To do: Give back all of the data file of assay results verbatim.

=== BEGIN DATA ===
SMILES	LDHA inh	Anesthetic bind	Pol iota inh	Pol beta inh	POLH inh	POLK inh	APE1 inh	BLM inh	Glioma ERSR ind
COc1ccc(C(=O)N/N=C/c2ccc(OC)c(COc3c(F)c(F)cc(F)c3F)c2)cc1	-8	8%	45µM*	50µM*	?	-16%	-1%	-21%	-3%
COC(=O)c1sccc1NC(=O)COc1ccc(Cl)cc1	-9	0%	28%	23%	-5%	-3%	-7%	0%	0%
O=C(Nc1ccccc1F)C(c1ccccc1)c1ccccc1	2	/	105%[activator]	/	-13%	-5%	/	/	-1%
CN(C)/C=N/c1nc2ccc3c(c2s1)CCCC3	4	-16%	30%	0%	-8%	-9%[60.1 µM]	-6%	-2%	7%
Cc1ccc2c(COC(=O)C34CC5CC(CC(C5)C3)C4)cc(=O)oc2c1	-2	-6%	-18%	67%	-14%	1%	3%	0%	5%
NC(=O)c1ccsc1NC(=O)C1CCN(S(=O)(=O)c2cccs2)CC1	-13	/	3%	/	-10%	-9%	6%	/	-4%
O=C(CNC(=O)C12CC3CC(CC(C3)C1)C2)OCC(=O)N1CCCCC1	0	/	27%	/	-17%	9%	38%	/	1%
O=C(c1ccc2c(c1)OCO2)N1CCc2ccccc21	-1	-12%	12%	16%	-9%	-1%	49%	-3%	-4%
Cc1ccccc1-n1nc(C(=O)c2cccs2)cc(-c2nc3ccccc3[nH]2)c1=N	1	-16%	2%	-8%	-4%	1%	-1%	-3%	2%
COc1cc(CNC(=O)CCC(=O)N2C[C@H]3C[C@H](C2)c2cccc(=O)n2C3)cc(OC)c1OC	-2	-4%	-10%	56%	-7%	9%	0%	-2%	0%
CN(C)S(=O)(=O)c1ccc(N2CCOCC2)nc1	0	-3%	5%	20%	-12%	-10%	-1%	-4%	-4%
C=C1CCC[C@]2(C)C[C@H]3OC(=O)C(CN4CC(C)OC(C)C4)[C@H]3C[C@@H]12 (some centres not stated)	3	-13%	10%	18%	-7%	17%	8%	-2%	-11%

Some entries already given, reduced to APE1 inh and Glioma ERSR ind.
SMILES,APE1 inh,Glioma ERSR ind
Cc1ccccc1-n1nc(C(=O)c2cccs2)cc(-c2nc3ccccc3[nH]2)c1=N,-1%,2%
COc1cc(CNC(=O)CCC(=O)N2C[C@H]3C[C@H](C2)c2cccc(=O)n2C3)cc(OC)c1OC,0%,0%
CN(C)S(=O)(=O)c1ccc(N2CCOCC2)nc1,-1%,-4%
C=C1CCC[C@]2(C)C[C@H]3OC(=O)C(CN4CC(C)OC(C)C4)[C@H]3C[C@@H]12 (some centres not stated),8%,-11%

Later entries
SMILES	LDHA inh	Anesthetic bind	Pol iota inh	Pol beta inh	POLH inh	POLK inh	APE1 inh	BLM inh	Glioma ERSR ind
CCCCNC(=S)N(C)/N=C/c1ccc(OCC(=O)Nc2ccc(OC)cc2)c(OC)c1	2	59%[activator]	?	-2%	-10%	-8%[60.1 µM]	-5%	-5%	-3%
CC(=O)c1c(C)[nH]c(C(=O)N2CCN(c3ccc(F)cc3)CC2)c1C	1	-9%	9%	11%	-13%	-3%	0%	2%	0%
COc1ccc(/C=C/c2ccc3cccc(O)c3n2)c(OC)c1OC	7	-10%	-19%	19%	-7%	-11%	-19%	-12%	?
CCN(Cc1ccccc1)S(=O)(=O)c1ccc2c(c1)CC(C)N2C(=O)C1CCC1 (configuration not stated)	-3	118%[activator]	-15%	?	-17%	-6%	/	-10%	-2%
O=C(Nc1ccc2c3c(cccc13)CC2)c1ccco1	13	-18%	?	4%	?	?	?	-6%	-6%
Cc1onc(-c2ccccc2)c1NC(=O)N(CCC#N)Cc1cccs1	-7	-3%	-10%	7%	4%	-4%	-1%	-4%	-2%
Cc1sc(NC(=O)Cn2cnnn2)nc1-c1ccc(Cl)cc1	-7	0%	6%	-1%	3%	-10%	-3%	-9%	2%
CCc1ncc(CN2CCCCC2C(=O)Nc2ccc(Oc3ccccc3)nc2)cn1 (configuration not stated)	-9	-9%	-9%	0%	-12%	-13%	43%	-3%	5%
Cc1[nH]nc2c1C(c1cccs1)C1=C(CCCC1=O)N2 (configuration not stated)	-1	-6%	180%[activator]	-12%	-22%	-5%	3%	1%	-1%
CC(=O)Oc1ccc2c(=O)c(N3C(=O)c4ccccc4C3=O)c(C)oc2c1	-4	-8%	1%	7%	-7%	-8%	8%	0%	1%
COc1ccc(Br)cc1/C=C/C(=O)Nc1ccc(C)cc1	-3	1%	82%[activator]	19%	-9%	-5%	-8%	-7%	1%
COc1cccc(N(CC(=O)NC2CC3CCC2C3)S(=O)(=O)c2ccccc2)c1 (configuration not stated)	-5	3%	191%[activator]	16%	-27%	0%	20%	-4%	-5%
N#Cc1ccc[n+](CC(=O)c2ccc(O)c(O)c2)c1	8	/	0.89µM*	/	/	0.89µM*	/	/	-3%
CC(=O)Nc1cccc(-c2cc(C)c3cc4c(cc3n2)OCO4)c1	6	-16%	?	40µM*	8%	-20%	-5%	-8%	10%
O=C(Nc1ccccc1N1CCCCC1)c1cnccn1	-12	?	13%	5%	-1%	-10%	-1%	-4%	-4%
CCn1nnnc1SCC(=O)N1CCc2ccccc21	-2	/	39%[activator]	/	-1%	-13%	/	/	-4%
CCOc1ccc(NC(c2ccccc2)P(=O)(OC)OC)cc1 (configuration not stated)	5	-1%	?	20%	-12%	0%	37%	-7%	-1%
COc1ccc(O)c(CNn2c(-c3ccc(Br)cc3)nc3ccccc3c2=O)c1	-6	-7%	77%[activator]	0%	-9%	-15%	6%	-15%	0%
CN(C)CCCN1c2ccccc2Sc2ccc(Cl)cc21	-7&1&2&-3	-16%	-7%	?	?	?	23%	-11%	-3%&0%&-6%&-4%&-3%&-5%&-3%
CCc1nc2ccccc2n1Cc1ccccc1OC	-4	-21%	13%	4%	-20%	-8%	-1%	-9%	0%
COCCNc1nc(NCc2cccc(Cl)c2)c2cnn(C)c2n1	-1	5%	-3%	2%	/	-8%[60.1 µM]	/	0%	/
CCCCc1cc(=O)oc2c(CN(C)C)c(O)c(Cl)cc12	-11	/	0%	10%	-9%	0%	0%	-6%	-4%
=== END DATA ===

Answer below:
SMILES	LDHA inh	Anesthetic bind	Pol iota inh	Pol beta inh	POLH inh	POLK inh	APE1 inh	BLM inh	Glioma ERSR ind
COc1ccc(C(=O)N/N=C/c2ccc(OC)c(COc3c(F)c(F)cc(F)c3F)c2)cc1	-8	8%	45µM*	50µM*	?	-16%	-1%	-21%	-3%
COC(=O)c1sccc1NC(=O)COc1ccc(Cl)cc1	-9	0%	28%	23%	-5%	-3%	-7%	0%	0%
O=C(Nc1ccccc1F)C(c1ccccc1)c1ccccc1	2	/	105%[activator]	/	-13%	-5%	/	/	-1%
CN(C)/C=N/c1nc2ccc3c(c2s1)CCCC3	4	-16%	30%	0%	-8%	-9%[60.1 µM]	-6%	-2%	7%
Cc1ccc2c(COC(=O)C34CC5CC(CC(C5)C3)C4)cc(=O)oc2c1	-2	-6%	-18%	67%	-14%	1%	3%	0%	5%
NC(=O)c1ccsc1NC(=O)C1CCN(S(=O)(=O)c2cccs2)CC1	-13	/	3%	/	-10%	-9%	6%	/	-4%
O=C(CNC(=O)C12CC3CC(CC(C3)C1)C2)OCC(=O)N1CCCCC1	0	/	27%	/	-17%	9%	38%	/	1%
O=C(c1ccc2c(c1)OCO2)N1CCc2ccccc21	-1	-12%	12%	16%	-9%	-1%	49%	-3%	-4%
Cc1ccccc1-n1nc(C(=O)c2cccs2)cc(-c2nc3ccccc3[nH]2)c1=N	1	-16%	2%	-8%	-4%	1%	-1%	-3%	2%
COc1cc(CNC(=O)CCC(=O)N2C[C@H]3C[C@H](C2)c2cccc(=O)n2C3)cc(OC)c1OC	-2	-4%	-10%	56%	-7%	9%	0%	-2%	0%
CN(C)S(=O)(=O)c1ccc(N2CCOCC2)nc1	0	-3%	5%	20%	-12%	-10%	-1%	-4%	-4%
C=C1CCC[C@]2(C)C[C@H]3OC(=O)C(CN4CC(C)OC(C)C4)[C@H]3C[C@@H]12 (some centres not stated)	3	-13%	10%	18%	-7%	17%	8%	-2%	-11%

Some entries already given, reduced to APE1 inh and Glioma ERSR ind.
SMILES,APE1 inh,Glioma ERSR ind
Cc1ccccc1-n1nc(C(=O)c2cccs2)cc(-c2nc3ccccc3[nH]2)c1=N,-1%,2%
COc1cc(CNC(=O)CCC(=O)N2C[C@H]3C[C@H](C2)c2cccc(=O)n2C3)cc(OC)c1OC,0%,0%
CN(C)S(=O)(=O)c1ccc(N2CCOCC2)nc1,-1%,-4%
C=C1CCC[C@]2(C)C[C@H]3OC(=O)C(CN4CC(C)OC(C)C4)[C@H]3C[C@@H]12 (some centres not stated),8%,-11%

Later entries
SMILES	LDHA inh	Anesthetic bind	Pol iota inh	Pol beta inh	POLH inh	POLK inh	APE1 inh	BLM inh	Glioma ERSR ind
CCCCNC(=S)N(C)/N=C/c1ccc(OCC(=O)Nc2ccc(OC)cc2)c(OC)c1	2	59%[activator]	?	-2%	-10%	-8%[60.1 µM]	-5%	-5%	-3%
CC(=O)c1c(C)[nH]c(C(=O)N2CCN(c3ccc(F)cc3)CC2)c1C	1	-9%	9%	11%	-13%	-3%	0%	2%	0%
COc1ccc(/C=C/c2ccc3cccc(O)c3n2)c(OC)c1OC	7	-10%	-19%	19%	-7%	-11%	-19%	-12%	?
CCN(Cc1ccccc1)S(=O)(=O)c1ccc2c(c1)CC(C)N2C(=O)C1CCC1 (configuration not stated)	-3	118%[activator]	-15%	?	-17%	-6%	/	-10%	-2%
O=C(Nc1ccc2c3c(cccc13)CC2)c1ccco1	13	-18%	?	4%	?	?	?	-6%	-6%
Cc1onc(-c2ccccc2)c1NC(=O)N(CCC#N)Cc1cccs1	-7	-3%	-10%	7%	4%	-4%	-1%	-4%	-2%
Cc1sc(NC(=O)Cn2cnnn2)nc1-c1ccc(Cl)cc1	-7	0%	6%	-1%	3%	-10%	-3%	-9%	2%
CCc1ncc(CN2CCCCC2C(=O)Nc2ccc(Oc3ccccc3)nc2)cn1 (configuration not stated)	-9	-9%	-9%	0%	-12%	-13%	43%	-3%	5%
Cc1[nH]nc2c1C(c1cccs1)C1=C(CCCC1=O)N2 (configuration not stated)	-1	-6%	180%[activator]	-12%	-22%	-5%	3%	1%	-1%
CC(=O)Oc1ccc2c(=O)c(N3C(=O)c4ccccc4C3=O)c(C)oc2c1	-4	-8%	1%	7%	-7%	-8%	8%	0%	1%
COc1ccc(Br)cc1/C=C/C(=O)Nc1ccc(C)cc1	-3	1%	82%[activator]	19%	-9%	-5%	-8%	-7%	1%
COc1cccc(N(CC(=O)NC2CC3CCC2C3)S(=O)(=O)c2ccccc2)c1 (configuration not stated)	-5	3%	191%[activator]	16%	-27%	0%	20%	-4%	-5%
N#Cc1ccc[n+](CC(=O)c2ccc(O)c(O)c2)c1	8	/	0.89µM*	/	/	0.89µM*	/	/	-3%
CC(=O)Nc1cccc(-c2cc(C)c3cc4c(cc3n2)OCO4)c1	6	-16%	?	40µM*	8%	-20%	-5%	-8%	10%
O=C(Nc1ccccc1N1CCCCC1)c1cnccn1	-12	?	13%	5%	-1%	-10%	-1%	-4%	-4%
CCn1nnnc1SCC(=O)N1CCc2ccccc21	-2	/	39%[activator]	/	-1%	-13%	/	/	-4%
CCOc1ccc(NC(c2ccccc2)P(=O)(OC)OC)cc1 (configuration not stated)	5	-1%	?	20%	-12%	0%	37%	-7%	-1%
COc1ccc(O)c(CNn2c(-c3ccc(Br)cc3)nc3ccccc3c2=O)c1	-6	-7%	77%[activator]	0%	-9%	-15%	6%	-15%	0%
CN(C)CCCN1c2ccccc2Sc2ccc(Cl)cc21	-7&1&2&-3	-16%	-7%	?	?	?	23%	-11%	-3%&0%&-6%&-4%&-3%&-5%&-3%
CCc1nc2ccccc2n1Cc1ccccc1OC	-4	-21%	13%	4%	-20%	-8%	-1%	-9%	0%
COCCNc1nc(NCc2cccc(Cl)c2)c2cnn(C)c2n1	-1	5%	-3%	2%	/	-8%[60.1 µM]	/	0%	/
CCCCc1cc(=O)oc2c(CN(C)C)c(O)c(Cl)cc12	-11	/	0%	10%	-9%	0%	0%	-6%	-4%